Li Guoping, director of the Department of System Engineering of the China National Space Administration (CNSA), said at the World Conference on Science Literacy 2018 in Beijing last month that China is planning four upcoming lunar exploration missions, China Daily reported.
Li said the first mission in this program will blast off before the end of the year, when the Chang'e-4 probe is sent on its way to the far side of the moon. If successful, Chang'e-4 will be the world's first soft-landing, roving probe on the moon's far side.
The moon orbits the Earth in a tidally locked orbit: the same side always faces our planet, meaning we never get to see the far side, which takes the brunt of impacts by interstellar objects that might hit us.
Named after Chang'e, the goddess of the moon in ancient Chinese mythology, China's lunar exploration program was launched in 2003, and it has sent five robotic rovers to the moon since 2007.
CNSA laid the groundwork (or spacework?) for the Chang'e-4 mission this past May when it launched the Quequiao satellite to the the Earth-moon system's L-2 Lagrangian point, a uniquely gravitationally stable location on the far side of the moon. The satellite will serve as a communications relay supporting future Chinese moon missions, Sputnik reported.
Chang'e-4, originally a backup unit for a previous mission, was actually never supposed to go into space, but the failure of Chang'e-5's rocket engine in 2017 caused it to be selected instead, Scientific American noted. Chang'e-5 will eventually get its day, perhaps in 2019, when it'll be able to return lunar samples back to Earth.
Three subsequent missions will do the same for the two lunar polar regions, exploring them and returning samples to Earth, Li noted. After that, CNSA plans on sending taikonauts (those are Chinese astronauts, folks) to the moon and eventually setting up a scientific research station there.
The last time humans were on the moon was December 14, 1972, when the US Apollo 17 mission departed from a three-day stay on the surface of Earth's only natural satellite.
By 2030, CNSA's ultra-powerful Long March-9 rocket is expected to be in service, lifting 140 tons of cargo into low-Earth orbit — more than any other rocket in use or even in development by any nation or company. Xinhua News Agency reported earlier this year on the rocket's development, which Long Lehao, a senior official at the Chinese Academy of Engineering, indicated will be necessary to support manned lunar landings, deep space exploration and construction of a space-based solar power plant.
In April, China sought public submissions for innovative ideas for the country's manned lunar program, Sputnik reported. They sought novel ideas for the design of the lunar surface landing as well as ascent vehicles.
"Manned lunar exploration is an important part of the manned space program," according to Zhou Jianping, chief designer of China's manned space program. "The public is welcome to provide their ideas for the development of the Chinese space program."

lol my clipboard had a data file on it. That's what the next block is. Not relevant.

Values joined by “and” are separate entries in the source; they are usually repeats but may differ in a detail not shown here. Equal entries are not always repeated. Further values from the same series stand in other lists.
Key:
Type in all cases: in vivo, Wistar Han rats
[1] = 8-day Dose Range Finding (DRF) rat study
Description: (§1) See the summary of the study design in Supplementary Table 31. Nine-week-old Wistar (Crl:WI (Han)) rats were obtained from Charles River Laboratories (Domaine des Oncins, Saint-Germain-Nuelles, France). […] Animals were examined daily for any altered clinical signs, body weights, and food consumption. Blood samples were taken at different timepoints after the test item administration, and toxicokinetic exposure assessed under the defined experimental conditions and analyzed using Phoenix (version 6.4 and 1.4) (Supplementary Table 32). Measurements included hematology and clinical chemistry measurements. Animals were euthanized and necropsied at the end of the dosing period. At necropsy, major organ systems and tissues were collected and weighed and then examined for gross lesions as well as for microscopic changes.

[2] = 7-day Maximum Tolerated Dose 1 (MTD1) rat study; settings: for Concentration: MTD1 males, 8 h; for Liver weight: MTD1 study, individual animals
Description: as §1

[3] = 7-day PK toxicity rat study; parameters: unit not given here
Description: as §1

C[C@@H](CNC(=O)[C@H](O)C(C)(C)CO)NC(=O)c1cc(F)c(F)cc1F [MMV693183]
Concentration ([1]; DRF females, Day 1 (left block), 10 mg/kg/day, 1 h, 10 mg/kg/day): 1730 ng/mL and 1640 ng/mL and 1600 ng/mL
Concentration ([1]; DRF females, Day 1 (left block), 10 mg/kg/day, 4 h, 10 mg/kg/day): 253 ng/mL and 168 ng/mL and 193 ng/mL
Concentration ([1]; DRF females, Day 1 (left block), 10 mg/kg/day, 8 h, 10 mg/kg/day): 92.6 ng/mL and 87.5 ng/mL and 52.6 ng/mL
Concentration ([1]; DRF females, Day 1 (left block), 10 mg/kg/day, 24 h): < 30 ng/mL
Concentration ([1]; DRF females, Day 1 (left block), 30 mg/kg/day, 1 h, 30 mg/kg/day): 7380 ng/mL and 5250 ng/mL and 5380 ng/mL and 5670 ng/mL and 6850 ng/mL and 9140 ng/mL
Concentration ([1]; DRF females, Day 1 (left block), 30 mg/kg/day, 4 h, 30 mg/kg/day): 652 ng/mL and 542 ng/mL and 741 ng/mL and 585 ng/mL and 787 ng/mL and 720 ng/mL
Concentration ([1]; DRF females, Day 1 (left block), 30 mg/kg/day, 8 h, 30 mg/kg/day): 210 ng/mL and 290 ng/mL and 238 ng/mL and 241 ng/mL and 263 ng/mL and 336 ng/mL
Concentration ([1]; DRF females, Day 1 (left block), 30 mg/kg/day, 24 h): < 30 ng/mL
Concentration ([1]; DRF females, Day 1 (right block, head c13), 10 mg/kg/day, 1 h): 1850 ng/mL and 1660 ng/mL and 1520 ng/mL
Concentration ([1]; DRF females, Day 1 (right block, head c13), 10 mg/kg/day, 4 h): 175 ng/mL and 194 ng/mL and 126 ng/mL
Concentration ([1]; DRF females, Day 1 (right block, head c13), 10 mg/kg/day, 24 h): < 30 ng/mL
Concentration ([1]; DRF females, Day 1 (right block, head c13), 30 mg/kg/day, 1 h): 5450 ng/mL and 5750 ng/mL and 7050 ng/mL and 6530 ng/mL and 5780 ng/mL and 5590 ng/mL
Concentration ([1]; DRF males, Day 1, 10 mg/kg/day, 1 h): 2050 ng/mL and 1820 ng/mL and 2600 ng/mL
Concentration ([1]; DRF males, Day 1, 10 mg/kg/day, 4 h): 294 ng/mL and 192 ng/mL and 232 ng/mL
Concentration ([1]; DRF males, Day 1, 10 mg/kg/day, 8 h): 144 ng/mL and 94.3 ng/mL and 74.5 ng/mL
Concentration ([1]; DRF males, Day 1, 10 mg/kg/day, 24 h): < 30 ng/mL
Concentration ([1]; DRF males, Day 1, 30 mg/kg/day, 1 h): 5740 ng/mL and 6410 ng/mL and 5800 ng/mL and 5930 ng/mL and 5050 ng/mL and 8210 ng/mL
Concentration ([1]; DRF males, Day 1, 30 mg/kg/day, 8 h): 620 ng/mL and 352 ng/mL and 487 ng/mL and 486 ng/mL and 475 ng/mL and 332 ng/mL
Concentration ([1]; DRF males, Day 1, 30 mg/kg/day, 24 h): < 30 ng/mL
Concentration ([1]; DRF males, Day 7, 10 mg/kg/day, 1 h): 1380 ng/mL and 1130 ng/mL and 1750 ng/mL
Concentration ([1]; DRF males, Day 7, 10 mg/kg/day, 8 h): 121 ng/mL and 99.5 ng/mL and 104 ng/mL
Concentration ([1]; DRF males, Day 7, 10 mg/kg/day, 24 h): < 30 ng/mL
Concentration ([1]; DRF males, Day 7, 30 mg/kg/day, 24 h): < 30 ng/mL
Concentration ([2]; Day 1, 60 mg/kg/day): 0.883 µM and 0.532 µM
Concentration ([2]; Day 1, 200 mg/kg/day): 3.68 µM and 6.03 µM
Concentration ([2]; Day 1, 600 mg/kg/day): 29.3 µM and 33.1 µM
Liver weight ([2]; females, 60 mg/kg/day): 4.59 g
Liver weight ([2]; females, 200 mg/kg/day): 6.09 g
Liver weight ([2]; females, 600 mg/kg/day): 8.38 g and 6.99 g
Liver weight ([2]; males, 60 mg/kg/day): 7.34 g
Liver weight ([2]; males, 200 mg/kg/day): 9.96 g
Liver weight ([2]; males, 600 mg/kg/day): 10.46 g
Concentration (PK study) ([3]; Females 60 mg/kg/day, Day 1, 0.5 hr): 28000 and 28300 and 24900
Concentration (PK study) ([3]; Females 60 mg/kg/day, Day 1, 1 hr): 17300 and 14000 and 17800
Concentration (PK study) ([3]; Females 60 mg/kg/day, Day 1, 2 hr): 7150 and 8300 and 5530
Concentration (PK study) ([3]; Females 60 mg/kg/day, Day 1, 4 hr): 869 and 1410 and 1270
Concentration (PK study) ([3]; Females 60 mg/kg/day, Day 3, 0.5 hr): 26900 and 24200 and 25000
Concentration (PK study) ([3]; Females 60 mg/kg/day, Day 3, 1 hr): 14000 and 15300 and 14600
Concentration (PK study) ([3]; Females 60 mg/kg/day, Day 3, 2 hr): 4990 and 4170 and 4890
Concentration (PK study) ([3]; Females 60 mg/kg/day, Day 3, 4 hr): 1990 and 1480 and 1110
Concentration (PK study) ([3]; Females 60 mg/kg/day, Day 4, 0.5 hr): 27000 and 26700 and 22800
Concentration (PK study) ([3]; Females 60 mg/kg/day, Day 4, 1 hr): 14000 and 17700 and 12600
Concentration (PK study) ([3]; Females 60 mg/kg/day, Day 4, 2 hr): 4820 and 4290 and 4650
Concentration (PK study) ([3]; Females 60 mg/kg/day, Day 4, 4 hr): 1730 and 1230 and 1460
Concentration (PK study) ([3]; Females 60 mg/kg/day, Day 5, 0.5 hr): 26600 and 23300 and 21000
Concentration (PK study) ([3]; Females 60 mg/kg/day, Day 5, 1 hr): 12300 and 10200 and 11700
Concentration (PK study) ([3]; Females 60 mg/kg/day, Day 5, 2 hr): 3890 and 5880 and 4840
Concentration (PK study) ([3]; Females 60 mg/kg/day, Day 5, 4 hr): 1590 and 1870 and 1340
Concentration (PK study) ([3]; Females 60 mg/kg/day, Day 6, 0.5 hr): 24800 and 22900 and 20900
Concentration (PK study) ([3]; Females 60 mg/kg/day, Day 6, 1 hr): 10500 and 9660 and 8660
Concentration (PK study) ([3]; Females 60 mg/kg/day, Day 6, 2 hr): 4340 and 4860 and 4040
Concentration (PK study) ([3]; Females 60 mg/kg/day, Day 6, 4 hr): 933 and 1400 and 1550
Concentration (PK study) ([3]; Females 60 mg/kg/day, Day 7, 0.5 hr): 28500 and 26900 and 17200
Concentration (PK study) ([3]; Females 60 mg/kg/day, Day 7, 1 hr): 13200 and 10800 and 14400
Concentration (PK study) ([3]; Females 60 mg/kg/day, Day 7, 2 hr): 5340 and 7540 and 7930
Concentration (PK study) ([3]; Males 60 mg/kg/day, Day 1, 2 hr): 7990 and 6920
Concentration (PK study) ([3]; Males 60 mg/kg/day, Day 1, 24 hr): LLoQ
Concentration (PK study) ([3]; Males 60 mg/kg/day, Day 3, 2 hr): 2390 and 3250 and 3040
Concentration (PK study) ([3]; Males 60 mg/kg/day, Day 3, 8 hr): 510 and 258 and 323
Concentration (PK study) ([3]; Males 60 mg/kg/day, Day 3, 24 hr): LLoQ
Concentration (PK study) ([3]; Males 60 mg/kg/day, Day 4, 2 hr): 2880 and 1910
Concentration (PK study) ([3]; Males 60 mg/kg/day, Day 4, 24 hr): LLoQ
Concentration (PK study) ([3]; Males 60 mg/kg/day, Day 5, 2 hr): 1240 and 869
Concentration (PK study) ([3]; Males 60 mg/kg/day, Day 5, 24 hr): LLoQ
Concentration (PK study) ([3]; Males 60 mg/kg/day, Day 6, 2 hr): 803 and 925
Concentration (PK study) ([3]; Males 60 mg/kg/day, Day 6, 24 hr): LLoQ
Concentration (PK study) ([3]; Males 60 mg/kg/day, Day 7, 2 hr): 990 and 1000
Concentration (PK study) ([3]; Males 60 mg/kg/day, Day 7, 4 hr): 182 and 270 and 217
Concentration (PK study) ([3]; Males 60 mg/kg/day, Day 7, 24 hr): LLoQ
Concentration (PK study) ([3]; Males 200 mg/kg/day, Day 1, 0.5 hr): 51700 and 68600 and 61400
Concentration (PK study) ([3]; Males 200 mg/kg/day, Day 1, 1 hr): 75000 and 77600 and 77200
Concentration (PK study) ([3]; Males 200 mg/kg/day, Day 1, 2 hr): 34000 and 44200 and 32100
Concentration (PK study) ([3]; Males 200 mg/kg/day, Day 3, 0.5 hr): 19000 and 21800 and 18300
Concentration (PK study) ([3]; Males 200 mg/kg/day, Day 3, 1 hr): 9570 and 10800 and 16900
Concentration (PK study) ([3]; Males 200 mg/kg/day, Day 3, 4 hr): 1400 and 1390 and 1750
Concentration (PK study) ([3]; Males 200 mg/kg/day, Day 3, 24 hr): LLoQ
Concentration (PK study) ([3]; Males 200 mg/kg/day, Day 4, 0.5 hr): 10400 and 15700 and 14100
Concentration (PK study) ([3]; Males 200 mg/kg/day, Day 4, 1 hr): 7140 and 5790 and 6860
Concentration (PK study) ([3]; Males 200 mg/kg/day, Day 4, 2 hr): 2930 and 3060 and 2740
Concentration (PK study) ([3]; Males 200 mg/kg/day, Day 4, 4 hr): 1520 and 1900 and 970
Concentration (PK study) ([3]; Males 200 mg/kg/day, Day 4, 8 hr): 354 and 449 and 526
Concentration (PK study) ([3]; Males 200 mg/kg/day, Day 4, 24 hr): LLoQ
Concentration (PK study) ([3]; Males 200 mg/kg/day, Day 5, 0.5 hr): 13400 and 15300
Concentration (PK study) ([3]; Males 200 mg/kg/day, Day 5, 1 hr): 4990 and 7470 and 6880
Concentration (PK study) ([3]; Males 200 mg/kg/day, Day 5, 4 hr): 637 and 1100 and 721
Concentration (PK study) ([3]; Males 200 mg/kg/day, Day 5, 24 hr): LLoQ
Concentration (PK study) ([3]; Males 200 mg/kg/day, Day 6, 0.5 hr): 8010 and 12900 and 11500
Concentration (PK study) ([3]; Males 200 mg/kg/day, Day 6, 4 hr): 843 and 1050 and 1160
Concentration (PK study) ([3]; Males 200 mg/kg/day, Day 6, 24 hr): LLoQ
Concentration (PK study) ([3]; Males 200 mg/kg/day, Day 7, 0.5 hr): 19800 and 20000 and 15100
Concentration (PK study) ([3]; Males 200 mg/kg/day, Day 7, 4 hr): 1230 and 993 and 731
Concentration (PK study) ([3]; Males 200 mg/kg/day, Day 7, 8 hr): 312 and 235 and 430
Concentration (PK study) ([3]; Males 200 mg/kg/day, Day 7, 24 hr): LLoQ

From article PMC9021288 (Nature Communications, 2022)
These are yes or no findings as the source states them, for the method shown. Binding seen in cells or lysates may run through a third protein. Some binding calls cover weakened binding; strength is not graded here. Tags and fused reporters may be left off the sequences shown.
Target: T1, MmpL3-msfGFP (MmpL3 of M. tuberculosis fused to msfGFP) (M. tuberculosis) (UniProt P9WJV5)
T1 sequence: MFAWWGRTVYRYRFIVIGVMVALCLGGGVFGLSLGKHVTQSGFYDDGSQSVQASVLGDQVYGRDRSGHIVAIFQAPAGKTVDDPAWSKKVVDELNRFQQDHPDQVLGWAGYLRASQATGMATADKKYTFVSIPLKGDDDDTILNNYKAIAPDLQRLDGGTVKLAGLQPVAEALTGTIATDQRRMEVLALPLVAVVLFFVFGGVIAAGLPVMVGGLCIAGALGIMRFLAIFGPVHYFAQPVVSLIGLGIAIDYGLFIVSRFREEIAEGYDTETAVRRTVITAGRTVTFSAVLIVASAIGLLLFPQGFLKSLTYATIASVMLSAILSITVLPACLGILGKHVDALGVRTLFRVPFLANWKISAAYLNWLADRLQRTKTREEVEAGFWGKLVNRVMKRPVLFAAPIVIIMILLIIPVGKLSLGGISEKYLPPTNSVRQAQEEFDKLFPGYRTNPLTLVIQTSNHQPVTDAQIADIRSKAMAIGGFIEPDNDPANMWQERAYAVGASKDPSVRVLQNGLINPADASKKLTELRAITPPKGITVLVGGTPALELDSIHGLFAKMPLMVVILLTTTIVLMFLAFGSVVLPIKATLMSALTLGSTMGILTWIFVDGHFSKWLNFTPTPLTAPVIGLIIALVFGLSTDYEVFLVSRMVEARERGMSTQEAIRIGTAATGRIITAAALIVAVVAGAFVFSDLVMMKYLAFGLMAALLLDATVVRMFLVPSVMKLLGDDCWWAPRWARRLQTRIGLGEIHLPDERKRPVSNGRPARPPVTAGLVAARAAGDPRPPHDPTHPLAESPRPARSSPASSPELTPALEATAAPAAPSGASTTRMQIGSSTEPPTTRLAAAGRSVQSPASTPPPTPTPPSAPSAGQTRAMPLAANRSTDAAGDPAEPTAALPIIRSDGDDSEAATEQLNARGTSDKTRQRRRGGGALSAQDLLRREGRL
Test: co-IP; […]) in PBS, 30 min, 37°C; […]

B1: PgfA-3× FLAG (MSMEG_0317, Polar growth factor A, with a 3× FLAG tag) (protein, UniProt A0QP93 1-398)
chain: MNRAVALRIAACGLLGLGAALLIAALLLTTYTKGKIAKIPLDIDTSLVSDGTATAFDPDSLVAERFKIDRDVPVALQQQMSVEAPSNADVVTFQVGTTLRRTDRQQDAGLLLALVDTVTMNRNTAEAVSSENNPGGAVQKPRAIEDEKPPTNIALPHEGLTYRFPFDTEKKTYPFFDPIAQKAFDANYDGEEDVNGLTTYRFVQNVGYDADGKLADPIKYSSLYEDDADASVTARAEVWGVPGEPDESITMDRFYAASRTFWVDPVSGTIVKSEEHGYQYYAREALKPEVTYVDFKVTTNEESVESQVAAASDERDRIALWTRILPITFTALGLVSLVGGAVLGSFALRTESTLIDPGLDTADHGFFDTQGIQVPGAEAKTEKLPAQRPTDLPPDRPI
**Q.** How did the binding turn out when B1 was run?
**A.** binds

Meanwhile, at a panel discussion in Bremen, Germany, CNSA administrator Zhang Kejian and his US counterpart, National Aeronautics and Space Administration (NASA) chief Jim Bridenstine, both indicated they'd be interested in bilateral cooperation despite increased competition between their two countries.
During a panel discussion at the 69th International Astronautical Conference on October 1, Zhang said, "CNSA is willing to join our hands with other international partners for the benefit of human civilization and progress of human society," Space News reported. He later specified NASA as such a partner in a follow-up question.
"I had a very good discussion with NASA Administrator Mr. Bridenstine for bilateral cooperation in this particular area," Zhang said. "I think the response was very positive."
"We do cooperate in a lot of ways, but that doesn't mean our interests are always aligned," Bridenstine said, noting that cooperation in scientific fields takes place despite the US Congress' Wolf Amendment, which blocks bilateral cooperation between the two agencies without Congressional approval. "Some of these decisions are going to be made above the pay grade of the NASA administrator."
"To the extent that agencies and countries from around the world can cooperate on space, it is absolutely in our interest to do so," he added. "I look forward to exploring more opportunities to do that."
Zhang said he believes that "the working teams of both sides can start preparation of a cooperation list. We can dash out those that cannot be implemented now, or are above our pay grade, and then we can start cooperating on the substantial part," including the exchange of scientific data and space situational awareness information, Space News reported.
Bridenstine agreed at a press conference later that day. "They're doing some amazing scientific experiments," he said, citing the Chang'e-4 mission. "We can share data and collaborate that way so that each country can learn more about science."